With the countdown to the EU referendum now underway, a new report released today by TheCityUK shows that while leaving the EU may not be ruinous for the UK economy, a Brexit risks damaging UK-based financial and related professional services through uncertainty, reduced market access and a loss of influence over trading conditions. This would threaten the overall competitiveness of the UK as a place to do business and as a destination for talent and enterprise.
According to the report – ‘A practitioner’s guide to Brexit – exploring its consequences and alternatives to EU membership’ – of the alternative EU relationship scenarios analysed, none offer full access to the major benefits currently enjoyed by the UK as a member of the EU. While a bespoke UK agreement is feasible, its possible content is uncertain, leaving open how it would address key business issues in practical terms. Negotiating any new agreement with the EU would take a considerable period of time.
Chris Cummings, Chief Executive, TheCityUK, said, “Access to the EU’s Single Market has helped to reinforce London’s position as the world’s leading international financial centre. Major firms from around the globe come to London as the gateway to the Single Market – but that position is dependent on the legal freedoms made available by the Treaties and Single Market legislation. That is why membership of a reformed EU makes sense as it secures continuing investment in the UK, creating jobs and spurring economic growth.
“A potential Brexit raises questions for firms’ business strategy, location and investment decisions. If the UK were to leave the EU there would be a prolonged period of uncertainty while the terms of any new trade deal were negotiated. This would be seized upon by our competitors who would be quick to try to snap-up the investment that would normally come to the UK.”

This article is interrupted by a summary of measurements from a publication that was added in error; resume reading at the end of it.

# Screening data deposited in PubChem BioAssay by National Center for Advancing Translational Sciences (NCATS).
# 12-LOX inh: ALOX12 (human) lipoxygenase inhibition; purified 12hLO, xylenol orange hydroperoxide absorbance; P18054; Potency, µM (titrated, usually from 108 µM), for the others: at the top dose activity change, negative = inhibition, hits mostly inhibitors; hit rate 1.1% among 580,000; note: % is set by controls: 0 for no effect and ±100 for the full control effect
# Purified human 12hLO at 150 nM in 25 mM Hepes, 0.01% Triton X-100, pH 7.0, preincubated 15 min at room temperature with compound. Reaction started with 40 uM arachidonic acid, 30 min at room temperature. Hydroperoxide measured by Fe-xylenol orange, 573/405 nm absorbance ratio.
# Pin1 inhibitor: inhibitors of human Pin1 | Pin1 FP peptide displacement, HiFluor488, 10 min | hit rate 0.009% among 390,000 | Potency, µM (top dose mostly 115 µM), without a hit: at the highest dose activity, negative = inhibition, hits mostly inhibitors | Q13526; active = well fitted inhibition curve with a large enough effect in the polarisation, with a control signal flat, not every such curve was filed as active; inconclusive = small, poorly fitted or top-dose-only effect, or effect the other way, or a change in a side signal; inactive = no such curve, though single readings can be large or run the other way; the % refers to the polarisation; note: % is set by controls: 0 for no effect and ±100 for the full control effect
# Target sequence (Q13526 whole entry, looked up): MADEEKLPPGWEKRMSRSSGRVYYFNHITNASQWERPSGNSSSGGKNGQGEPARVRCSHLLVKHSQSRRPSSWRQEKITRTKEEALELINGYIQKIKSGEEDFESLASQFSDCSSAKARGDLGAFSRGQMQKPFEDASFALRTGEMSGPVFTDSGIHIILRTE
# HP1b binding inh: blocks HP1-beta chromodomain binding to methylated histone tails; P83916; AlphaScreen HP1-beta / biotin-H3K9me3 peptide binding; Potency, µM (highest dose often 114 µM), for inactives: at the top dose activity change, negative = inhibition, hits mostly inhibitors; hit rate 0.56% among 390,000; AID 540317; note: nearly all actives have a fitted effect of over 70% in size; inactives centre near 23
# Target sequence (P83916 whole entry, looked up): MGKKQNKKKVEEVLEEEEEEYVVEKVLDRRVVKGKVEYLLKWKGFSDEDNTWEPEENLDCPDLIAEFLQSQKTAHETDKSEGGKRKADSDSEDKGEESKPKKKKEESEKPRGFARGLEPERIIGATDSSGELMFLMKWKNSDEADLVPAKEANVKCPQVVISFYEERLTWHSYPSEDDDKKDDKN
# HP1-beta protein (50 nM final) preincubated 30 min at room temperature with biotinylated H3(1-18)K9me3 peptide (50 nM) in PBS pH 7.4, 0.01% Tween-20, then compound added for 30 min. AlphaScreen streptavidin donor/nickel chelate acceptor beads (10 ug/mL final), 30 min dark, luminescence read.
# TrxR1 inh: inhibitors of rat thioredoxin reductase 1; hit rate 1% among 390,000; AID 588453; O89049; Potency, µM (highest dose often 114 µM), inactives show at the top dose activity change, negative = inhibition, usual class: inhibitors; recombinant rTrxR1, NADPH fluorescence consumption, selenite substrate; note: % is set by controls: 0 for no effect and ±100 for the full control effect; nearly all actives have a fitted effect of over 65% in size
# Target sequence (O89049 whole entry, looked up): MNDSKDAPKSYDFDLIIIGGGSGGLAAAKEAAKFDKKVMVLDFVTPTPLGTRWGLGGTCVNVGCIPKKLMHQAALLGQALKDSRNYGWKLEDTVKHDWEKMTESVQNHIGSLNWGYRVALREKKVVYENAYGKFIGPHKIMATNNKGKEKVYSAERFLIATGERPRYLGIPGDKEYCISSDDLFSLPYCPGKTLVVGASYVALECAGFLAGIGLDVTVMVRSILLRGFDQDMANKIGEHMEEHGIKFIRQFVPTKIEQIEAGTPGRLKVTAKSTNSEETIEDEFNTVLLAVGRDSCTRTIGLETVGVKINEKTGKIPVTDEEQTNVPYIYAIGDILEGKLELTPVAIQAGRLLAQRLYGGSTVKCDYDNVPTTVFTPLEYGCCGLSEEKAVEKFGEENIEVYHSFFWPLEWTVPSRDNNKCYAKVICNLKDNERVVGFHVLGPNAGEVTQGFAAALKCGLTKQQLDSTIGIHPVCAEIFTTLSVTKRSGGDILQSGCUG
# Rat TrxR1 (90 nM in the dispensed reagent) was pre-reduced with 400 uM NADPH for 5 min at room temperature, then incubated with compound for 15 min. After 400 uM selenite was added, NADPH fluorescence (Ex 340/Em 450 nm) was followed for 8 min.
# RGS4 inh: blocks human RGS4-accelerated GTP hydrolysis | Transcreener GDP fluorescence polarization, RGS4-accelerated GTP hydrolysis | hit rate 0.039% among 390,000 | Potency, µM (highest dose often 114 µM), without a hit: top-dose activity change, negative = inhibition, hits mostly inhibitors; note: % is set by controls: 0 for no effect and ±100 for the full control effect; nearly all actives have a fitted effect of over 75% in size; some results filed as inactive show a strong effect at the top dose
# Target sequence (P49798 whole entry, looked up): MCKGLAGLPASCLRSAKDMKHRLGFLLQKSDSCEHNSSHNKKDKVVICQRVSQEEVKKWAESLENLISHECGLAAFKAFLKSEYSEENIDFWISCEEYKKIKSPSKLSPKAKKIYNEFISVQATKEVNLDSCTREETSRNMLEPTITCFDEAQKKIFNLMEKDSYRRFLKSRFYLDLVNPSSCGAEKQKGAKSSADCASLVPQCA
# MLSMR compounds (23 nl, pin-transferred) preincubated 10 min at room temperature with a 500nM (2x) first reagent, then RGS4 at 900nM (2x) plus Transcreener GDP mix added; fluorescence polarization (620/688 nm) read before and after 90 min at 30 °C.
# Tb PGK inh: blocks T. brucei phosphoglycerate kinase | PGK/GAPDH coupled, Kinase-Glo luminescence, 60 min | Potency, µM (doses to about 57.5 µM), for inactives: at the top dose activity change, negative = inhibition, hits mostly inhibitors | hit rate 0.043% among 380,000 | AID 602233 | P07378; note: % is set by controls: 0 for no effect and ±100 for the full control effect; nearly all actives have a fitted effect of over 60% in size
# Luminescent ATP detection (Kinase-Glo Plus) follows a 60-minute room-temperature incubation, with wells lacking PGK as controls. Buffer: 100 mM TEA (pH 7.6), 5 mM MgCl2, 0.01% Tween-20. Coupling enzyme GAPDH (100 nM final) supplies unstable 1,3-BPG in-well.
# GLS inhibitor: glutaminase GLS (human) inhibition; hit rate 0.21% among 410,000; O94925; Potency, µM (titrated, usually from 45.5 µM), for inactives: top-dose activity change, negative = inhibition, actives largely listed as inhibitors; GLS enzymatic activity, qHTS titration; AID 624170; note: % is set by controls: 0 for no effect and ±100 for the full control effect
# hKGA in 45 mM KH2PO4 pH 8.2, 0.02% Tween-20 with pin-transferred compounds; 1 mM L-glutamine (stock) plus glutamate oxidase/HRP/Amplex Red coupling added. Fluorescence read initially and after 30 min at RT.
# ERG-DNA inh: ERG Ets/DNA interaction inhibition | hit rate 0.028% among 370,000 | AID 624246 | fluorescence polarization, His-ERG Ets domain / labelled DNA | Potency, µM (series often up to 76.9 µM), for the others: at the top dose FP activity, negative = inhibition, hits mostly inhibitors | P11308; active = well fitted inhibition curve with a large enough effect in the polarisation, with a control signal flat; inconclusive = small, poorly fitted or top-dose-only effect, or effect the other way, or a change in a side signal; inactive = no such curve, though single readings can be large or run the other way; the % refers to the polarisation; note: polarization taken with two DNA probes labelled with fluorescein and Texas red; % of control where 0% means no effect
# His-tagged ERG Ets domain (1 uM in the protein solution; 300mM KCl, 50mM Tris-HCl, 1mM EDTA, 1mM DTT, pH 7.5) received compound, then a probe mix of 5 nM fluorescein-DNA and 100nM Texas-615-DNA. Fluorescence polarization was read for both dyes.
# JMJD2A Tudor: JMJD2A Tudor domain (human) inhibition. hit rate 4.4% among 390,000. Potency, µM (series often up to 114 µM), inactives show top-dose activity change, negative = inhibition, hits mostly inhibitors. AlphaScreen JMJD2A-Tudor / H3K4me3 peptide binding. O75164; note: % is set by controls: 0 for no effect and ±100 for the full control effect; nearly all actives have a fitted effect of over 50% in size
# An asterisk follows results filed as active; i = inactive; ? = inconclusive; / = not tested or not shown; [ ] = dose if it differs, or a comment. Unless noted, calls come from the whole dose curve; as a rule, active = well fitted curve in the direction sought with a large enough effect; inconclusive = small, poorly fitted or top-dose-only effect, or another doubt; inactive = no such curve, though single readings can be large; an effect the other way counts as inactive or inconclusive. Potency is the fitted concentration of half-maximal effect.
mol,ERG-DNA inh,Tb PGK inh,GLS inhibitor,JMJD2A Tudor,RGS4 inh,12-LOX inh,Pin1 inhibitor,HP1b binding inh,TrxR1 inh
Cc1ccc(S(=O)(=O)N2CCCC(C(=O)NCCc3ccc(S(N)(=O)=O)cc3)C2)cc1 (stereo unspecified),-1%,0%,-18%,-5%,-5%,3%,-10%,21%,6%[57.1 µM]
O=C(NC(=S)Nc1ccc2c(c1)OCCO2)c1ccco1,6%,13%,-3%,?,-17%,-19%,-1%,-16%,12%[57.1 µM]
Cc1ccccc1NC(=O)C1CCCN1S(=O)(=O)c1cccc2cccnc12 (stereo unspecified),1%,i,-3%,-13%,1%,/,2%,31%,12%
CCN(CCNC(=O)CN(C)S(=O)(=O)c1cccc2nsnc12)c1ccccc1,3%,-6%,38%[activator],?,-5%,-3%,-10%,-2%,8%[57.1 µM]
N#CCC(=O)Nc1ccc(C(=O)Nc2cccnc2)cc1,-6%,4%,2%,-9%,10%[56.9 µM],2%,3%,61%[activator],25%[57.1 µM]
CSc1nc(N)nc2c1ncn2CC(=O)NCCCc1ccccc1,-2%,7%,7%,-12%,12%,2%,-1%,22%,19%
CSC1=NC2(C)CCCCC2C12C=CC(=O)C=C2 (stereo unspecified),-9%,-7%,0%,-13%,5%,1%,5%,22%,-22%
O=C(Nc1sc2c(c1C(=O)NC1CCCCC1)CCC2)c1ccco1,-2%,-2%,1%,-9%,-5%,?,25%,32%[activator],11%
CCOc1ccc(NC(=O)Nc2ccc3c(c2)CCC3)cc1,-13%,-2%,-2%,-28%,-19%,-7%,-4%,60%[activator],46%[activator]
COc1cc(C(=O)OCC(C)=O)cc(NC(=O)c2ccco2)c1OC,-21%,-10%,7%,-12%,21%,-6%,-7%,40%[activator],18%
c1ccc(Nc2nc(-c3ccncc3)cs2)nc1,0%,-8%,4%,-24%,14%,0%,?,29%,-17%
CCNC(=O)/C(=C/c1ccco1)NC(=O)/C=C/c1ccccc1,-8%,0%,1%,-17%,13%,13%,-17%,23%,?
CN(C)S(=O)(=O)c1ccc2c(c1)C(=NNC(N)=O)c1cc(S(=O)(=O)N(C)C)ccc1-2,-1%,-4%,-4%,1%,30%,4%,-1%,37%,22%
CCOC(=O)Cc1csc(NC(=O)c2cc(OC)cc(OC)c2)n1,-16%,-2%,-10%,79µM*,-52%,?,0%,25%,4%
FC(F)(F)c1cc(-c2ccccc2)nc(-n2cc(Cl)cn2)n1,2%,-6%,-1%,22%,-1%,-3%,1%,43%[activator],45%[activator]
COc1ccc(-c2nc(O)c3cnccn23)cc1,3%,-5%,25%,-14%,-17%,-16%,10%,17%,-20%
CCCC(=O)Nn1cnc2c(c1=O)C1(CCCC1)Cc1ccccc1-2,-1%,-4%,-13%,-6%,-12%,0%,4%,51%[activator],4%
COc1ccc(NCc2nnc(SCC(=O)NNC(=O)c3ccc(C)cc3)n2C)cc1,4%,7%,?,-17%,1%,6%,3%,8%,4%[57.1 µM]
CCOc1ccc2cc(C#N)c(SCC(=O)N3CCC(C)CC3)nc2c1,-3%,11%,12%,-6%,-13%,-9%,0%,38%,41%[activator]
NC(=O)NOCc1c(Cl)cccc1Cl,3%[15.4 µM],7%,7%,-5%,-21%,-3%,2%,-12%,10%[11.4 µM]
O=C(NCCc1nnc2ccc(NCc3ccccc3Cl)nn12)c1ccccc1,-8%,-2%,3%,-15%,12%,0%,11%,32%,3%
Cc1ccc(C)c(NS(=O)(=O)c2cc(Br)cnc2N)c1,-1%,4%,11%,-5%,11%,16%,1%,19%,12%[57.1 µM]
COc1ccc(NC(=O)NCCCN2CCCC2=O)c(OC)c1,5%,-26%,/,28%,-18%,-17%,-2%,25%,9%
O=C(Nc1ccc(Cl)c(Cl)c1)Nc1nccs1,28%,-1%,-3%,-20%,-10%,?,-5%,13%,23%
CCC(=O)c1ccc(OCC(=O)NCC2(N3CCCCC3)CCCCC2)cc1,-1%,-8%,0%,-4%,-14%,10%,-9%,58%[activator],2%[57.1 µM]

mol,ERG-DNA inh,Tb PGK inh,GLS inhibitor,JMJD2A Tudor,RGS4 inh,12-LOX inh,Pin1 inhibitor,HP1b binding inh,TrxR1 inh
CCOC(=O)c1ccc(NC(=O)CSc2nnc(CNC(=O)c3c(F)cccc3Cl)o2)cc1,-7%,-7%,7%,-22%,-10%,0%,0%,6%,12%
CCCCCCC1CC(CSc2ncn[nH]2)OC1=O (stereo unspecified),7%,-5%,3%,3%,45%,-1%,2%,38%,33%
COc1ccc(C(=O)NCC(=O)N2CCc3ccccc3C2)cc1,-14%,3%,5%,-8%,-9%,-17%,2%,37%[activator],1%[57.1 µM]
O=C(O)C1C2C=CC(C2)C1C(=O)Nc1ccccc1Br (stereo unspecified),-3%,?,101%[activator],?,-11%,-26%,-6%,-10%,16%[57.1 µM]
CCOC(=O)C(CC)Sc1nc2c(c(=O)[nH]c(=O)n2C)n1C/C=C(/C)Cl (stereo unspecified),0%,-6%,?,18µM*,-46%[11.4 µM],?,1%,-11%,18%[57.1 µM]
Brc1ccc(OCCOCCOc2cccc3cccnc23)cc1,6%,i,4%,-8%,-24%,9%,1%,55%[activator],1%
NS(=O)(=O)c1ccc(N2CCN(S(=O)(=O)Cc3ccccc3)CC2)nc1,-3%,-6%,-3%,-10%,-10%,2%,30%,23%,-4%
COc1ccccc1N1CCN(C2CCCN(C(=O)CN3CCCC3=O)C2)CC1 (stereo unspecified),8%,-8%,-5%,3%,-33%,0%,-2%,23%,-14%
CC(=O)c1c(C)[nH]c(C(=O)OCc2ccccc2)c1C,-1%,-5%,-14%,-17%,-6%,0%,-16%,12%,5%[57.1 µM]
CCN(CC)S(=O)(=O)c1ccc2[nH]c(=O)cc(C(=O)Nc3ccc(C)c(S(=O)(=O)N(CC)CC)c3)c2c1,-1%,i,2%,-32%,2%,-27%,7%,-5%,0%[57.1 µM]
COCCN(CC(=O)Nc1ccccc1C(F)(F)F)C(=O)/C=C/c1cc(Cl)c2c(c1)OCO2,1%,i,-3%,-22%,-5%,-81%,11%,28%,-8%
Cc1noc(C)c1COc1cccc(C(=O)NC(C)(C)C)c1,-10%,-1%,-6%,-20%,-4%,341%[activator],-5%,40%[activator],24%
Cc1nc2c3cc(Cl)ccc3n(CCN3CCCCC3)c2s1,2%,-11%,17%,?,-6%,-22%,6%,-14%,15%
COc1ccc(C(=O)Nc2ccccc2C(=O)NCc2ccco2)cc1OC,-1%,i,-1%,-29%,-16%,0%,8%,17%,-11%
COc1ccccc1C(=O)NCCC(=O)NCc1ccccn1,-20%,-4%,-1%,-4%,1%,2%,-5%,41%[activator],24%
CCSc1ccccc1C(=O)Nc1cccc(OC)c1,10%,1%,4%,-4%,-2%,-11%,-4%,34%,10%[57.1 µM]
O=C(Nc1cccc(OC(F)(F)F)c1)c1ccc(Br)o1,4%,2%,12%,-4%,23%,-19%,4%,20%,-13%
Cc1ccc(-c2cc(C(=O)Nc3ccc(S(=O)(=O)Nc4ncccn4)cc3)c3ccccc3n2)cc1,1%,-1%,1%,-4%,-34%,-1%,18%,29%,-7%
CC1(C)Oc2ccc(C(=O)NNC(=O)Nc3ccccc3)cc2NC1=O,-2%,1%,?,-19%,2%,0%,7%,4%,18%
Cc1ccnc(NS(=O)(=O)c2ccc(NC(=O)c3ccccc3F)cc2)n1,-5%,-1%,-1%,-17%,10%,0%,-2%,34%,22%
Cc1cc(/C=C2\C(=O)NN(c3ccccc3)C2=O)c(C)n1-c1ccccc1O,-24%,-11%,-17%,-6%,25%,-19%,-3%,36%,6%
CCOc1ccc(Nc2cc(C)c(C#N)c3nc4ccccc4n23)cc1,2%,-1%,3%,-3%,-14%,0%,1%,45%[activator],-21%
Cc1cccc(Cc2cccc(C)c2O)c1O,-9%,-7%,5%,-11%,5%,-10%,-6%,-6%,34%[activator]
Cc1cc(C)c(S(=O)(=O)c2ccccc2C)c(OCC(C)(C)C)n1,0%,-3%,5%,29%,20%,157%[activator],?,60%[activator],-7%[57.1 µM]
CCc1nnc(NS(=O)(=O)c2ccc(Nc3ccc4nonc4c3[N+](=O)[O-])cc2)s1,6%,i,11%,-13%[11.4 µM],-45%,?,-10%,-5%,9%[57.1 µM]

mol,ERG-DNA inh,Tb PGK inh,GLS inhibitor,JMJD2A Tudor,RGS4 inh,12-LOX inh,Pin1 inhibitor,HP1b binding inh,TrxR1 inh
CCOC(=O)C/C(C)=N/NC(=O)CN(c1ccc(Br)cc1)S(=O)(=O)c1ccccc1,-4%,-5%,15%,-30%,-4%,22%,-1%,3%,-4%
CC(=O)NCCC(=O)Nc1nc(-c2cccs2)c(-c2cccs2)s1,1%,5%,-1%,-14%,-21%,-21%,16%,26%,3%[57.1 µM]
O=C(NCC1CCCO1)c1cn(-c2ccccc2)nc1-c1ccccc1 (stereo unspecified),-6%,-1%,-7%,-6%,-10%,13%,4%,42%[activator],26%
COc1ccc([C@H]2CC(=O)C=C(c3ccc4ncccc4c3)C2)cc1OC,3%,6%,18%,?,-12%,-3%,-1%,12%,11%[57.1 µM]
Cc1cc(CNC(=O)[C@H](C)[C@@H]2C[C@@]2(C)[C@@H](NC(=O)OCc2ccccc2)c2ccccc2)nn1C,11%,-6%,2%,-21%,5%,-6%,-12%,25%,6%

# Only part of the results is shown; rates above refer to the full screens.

In considering the practical implications of a potential Brexit, TheCityUK’s report analyses the challenges to be faced in concluding new trade agreements with other countries. While there could be opportunities for UK negotiators to focus on sectors where the UK has inherent strengths, such as financial and related professional services, the scope, cost and resourcing requirements to actually negotiate new agreements are daunting. The timescale and ability to secure new trade deals would be dependent on not only the UK’s priorities and resources, but also on the priorities and goodwill of the other countries concerned.
Mr Cummings said, “June 23 will be a once-in-a-generation event. While it is not the place of business to tell people how to vote, we have an important role to play in presenting the facts and explaining the consequences of the referendum outcomes so that they can reach an informed decision. As an industry that employs over 2.2 million people right across the country and contributes more tax than any other sector, we will and must play our role.”